Thurman

RaShawn Thurman ENG 1102 Atkins V. Virginia Before I started conducting my research, I was extremely biased when it came to the Atkins V. Virginia case. When I first heard about the case, I had no idea how to feel. A piece of me did not want Atkins to get off free of charge. If he had something to do with a murder and a kidnapping, that person should be punished. The death penalty may not have been my immediate answer, but it all depended on the severity of the case. I did not think it was feasible for someone with a mental disorder to just get off scotch free just because he has a mental disorder. Soon after I began my research on the case, I started to feel differently about it. Death Penalty Cases cleared my biased opinions on the case, maybe for the best. In Death Penalty Cases, it states the “execution of mentally retarded criminals are cruel and unusual punishments in violation of the Eight Amendment” (p.255). I assumed that this meant that no matter what the mentally disabled person committed, he would get off because of the fact that he had mental disability. According to Death Penalty Cases, the mentally retarded who meet the law’s requirements for a criminal act should be tried and punished. But however if they do not act with the same moral characteristics, it jeopardizes their case (p. 255). In comparison Dead Wrong, the lawyer feels almost the same way. He believed that if one was legally documented as someone with a mental disorder and commits a crime, they should have different type of trial then someone who has nothing documented. I agree in this sense because if someone has a mental disorder, they are not able to control their actions to a certain extent; but in this particular case, Atkins did not deserve the death penalty or the amount of prison time he was awarded.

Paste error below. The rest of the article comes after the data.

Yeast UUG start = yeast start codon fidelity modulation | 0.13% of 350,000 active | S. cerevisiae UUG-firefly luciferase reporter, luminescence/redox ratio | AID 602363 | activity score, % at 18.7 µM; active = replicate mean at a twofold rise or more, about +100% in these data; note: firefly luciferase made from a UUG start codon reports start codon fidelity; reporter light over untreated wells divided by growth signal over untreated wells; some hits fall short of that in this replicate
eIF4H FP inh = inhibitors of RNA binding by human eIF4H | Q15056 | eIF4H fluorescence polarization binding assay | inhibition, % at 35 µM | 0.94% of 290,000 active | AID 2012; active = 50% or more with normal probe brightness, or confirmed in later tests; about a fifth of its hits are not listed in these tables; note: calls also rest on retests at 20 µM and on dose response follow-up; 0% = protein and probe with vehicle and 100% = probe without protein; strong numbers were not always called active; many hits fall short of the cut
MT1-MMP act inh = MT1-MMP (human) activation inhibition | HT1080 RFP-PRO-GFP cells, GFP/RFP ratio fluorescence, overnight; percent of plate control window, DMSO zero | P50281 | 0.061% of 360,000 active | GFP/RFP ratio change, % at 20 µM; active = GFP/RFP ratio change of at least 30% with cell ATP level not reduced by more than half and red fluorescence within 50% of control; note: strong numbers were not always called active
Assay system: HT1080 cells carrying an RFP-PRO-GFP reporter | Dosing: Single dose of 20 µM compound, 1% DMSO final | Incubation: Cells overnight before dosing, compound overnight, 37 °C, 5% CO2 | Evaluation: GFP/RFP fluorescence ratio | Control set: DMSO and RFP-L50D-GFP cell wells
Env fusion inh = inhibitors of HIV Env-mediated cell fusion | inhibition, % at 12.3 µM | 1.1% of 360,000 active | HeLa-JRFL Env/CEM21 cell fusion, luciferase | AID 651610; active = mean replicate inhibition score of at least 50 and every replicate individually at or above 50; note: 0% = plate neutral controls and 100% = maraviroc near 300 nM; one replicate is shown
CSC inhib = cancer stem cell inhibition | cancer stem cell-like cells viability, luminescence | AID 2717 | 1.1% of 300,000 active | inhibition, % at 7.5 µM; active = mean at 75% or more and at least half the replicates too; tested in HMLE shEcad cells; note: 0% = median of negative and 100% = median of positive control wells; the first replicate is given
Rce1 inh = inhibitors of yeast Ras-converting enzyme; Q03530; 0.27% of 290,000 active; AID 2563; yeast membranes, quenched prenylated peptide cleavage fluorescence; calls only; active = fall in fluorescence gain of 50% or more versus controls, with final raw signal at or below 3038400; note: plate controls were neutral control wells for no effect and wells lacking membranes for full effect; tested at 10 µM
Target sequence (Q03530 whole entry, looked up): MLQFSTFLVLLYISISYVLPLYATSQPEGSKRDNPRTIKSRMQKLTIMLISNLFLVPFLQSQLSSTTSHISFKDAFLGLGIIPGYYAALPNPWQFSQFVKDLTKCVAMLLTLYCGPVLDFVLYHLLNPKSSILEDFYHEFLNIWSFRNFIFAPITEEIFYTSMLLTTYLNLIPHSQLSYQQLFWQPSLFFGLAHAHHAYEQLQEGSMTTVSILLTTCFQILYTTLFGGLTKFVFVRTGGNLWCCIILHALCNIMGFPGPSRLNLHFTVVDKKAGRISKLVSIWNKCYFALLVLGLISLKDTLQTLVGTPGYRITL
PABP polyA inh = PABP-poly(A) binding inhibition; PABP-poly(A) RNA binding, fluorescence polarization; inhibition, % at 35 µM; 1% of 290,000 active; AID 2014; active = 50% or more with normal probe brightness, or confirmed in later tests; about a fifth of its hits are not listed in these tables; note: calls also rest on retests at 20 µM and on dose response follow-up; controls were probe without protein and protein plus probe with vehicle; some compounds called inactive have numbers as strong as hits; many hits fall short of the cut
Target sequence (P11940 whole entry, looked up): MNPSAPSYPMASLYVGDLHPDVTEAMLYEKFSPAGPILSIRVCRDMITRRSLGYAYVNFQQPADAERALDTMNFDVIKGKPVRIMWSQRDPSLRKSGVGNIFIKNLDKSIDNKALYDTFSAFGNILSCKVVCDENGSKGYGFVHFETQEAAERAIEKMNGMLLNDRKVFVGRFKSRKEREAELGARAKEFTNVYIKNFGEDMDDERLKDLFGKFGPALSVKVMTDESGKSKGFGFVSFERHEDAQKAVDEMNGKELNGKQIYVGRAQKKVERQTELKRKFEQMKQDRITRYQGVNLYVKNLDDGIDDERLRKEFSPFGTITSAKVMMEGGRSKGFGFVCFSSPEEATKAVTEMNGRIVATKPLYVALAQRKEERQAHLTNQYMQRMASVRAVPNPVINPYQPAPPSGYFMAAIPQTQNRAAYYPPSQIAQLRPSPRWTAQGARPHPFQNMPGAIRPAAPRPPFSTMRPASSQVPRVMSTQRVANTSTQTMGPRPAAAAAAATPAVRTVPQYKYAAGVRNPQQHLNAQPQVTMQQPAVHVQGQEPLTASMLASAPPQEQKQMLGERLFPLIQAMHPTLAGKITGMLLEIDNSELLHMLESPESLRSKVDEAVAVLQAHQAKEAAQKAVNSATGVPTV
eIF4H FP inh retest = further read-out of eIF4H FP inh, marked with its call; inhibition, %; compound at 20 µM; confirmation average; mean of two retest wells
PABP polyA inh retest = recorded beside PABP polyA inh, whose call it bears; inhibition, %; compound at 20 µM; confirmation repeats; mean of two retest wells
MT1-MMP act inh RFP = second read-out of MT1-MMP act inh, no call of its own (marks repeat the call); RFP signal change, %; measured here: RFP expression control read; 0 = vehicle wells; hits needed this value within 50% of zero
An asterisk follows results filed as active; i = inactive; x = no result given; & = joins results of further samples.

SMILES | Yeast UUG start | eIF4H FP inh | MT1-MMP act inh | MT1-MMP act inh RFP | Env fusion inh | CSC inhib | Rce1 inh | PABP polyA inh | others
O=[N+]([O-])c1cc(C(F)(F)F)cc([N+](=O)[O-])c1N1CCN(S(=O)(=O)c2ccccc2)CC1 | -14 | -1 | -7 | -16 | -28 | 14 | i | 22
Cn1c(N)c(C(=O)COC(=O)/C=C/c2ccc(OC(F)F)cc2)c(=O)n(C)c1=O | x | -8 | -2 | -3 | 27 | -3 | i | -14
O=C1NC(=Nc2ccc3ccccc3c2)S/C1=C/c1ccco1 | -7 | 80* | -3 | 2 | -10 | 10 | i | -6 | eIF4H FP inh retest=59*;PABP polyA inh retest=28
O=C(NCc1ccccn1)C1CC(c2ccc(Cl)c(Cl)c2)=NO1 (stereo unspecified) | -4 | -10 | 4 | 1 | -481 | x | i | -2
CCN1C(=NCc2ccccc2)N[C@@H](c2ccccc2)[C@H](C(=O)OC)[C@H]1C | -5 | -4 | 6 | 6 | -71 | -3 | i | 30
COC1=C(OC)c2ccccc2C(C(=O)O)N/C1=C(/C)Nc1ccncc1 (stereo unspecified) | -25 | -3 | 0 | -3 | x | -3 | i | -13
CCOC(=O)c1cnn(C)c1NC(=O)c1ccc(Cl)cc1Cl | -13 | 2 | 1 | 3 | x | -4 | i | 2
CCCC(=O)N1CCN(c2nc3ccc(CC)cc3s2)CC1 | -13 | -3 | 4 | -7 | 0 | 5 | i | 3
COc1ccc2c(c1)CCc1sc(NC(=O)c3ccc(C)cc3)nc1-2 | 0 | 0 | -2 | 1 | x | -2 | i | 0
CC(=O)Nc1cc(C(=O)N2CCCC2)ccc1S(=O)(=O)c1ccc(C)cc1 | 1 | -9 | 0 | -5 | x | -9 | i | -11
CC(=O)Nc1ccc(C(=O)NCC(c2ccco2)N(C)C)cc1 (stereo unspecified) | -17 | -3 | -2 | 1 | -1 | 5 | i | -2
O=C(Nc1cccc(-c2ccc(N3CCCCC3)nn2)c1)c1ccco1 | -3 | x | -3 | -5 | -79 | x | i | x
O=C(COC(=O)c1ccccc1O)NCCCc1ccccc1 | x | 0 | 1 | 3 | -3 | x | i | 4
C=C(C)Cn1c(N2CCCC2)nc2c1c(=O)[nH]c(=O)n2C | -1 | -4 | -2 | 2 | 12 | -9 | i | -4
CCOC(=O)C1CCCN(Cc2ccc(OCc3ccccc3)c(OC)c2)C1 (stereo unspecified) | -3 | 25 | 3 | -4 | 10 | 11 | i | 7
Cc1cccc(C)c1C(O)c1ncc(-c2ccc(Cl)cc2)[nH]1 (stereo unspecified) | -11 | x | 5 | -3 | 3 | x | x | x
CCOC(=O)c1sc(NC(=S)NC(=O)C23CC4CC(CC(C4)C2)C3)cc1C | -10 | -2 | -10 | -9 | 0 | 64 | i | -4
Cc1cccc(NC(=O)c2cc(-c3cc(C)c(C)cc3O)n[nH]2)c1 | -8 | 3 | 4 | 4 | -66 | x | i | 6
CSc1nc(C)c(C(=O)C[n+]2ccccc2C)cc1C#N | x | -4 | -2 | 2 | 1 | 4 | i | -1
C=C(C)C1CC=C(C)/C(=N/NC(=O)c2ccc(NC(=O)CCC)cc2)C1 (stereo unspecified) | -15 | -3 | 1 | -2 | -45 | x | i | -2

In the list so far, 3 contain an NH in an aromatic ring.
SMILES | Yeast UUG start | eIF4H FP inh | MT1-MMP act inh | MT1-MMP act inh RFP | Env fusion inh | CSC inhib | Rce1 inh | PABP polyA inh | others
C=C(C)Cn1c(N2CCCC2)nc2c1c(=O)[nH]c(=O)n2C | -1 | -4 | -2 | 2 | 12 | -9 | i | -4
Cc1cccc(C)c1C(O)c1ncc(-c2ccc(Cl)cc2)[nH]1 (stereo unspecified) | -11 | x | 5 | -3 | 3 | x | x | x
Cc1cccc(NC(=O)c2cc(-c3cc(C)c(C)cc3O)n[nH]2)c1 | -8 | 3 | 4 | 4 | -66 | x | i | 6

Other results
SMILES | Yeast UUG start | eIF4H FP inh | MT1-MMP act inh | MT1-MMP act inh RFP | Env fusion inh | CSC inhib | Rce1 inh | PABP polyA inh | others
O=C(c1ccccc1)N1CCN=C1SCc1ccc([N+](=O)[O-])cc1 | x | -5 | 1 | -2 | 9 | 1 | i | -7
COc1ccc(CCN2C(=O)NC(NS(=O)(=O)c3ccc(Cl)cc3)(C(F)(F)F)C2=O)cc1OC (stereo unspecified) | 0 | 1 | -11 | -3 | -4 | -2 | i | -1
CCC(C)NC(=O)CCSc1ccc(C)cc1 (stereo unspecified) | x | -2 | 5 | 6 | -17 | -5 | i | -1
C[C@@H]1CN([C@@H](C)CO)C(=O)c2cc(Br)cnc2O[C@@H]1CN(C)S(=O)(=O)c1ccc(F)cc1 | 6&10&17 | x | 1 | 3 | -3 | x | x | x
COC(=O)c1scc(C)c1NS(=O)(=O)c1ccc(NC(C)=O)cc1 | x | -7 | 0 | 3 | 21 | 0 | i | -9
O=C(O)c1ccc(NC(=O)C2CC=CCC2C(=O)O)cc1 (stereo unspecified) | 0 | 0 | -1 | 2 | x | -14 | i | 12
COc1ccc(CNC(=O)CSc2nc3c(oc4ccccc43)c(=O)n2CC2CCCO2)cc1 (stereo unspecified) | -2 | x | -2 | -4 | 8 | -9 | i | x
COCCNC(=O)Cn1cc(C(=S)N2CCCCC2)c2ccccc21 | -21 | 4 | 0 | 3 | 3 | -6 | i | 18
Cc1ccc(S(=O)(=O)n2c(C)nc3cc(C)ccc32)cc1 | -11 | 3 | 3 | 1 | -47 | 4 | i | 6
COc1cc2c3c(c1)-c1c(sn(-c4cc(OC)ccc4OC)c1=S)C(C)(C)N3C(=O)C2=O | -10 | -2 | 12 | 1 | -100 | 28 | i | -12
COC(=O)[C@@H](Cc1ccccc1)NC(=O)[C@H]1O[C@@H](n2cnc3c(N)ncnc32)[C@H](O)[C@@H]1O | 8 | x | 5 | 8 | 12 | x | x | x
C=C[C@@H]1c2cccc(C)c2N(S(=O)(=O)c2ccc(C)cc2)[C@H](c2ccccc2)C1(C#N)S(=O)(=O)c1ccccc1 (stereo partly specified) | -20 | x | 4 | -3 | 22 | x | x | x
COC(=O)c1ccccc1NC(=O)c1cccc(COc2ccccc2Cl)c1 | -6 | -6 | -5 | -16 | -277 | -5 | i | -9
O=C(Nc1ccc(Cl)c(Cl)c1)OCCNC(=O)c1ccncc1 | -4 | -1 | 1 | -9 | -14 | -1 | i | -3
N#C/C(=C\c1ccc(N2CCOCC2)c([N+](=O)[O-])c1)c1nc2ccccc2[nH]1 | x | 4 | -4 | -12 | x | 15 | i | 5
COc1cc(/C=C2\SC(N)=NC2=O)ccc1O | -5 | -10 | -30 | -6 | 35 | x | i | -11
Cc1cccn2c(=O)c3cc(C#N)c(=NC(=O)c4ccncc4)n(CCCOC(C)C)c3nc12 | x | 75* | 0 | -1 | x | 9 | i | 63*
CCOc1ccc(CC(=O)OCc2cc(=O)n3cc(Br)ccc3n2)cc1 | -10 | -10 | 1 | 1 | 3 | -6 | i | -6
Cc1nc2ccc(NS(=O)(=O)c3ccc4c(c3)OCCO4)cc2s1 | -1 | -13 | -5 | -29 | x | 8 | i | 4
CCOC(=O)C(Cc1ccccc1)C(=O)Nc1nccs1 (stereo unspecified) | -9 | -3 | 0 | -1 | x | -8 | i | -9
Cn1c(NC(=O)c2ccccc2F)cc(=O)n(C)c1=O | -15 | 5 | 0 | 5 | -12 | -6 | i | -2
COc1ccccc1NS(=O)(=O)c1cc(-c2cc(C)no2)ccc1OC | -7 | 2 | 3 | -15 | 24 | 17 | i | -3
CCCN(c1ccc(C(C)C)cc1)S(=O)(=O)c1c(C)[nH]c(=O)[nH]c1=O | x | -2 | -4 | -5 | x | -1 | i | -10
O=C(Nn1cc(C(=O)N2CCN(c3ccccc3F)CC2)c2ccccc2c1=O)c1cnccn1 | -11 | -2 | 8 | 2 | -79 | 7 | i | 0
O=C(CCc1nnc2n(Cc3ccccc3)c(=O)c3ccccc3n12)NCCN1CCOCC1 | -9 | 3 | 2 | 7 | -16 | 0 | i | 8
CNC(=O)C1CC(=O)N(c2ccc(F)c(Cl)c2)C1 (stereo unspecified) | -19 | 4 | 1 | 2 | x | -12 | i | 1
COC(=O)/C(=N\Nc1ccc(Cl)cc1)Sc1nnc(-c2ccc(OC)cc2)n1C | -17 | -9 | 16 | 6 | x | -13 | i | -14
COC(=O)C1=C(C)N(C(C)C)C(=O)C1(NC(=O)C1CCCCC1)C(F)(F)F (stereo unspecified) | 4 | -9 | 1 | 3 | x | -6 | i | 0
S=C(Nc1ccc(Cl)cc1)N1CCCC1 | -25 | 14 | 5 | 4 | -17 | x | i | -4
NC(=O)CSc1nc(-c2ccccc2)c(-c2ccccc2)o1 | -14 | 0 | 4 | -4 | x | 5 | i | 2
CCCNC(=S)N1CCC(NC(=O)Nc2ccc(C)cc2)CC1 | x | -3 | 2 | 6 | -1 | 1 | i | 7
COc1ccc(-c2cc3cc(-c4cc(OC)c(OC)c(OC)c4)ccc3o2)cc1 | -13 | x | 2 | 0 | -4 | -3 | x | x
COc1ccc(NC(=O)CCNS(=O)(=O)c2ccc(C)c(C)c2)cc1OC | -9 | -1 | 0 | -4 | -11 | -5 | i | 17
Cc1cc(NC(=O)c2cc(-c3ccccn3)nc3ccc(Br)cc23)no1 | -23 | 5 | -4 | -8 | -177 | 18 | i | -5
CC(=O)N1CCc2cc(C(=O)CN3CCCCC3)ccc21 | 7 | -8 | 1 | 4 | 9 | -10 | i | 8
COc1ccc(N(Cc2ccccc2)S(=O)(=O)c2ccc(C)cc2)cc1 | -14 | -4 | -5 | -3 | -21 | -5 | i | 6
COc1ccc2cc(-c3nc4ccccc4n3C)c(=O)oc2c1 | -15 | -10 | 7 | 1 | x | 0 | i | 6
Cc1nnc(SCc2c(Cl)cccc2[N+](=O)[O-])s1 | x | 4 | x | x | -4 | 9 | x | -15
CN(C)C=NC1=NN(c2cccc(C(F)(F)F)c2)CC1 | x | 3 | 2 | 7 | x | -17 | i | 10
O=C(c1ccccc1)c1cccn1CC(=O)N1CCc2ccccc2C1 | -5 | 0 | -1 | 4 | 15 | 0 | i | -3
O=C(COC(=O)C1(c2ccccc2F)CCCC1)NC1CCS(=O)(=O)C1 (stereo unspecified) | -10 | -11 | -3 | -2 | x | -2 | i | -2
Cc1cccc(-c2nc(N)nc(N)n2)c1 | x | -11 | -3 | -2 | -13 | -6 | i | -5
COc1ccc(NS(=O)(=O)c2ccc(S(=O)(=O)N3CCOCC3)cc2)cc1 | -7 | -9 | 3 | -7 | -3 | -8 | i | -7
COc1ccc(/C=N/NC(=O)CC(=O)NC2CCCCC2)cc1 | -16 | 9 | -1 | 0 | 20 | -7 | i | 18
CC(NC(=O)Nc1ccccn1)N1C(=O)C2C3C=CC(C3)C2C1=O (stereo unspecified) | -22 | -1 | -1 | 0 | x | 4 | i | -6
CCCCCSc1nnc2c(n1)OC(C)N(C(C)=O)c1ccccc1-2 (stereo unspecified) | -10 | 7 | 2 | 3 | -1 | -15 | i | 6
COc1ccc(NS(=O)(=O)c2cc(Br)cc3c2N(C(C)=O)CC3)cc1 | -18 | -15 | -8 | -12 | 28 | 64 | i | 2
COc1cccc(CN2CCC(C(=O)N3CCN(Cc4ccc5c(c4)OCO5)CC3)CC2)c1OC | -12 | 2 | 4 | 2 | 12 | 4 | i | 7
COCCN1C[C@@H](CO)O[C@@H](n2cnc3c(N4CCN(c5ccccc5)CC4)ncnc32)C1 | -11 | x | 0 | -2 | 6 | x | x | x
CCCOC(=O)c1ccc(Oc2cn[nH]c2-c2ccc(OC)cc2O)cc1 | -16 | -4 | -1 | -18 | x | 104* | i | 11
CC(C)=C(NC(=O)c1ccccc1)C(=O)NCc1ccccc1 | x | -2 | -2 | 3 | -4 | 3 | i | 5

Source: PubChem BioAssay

Thurman

I agree with both of these authors. In 2002, the death penalty should not have even been brought up in this case for Atkins. Although Atkins was at the scene of the crime, legally, he is mentally retarded. He couldn’t have possibly had anything to do with the murder and the kidnapping of that young lady. A part of me wants to believe that although he is mentally disabled, he should be put in a psych ward for his actions. Prison or the death penalty, in my opinion, is outright in humane for someone who does not have the mental capacity to commit the crime they are being accused of. On the contrary, what if this person’s mental disorder is something as small as ADD? Although ADD is considered a disorder, it is not as strong as others such as schizophrenia or any other hallucinogens. Personally, if an individual has been diagnosed and is on medicine, it is that person’s fault or the care taker if they commit an act of crime. They are prescribed medicine for a reason, therefore one should be held accountable if they commit an act of crime that is punishable.

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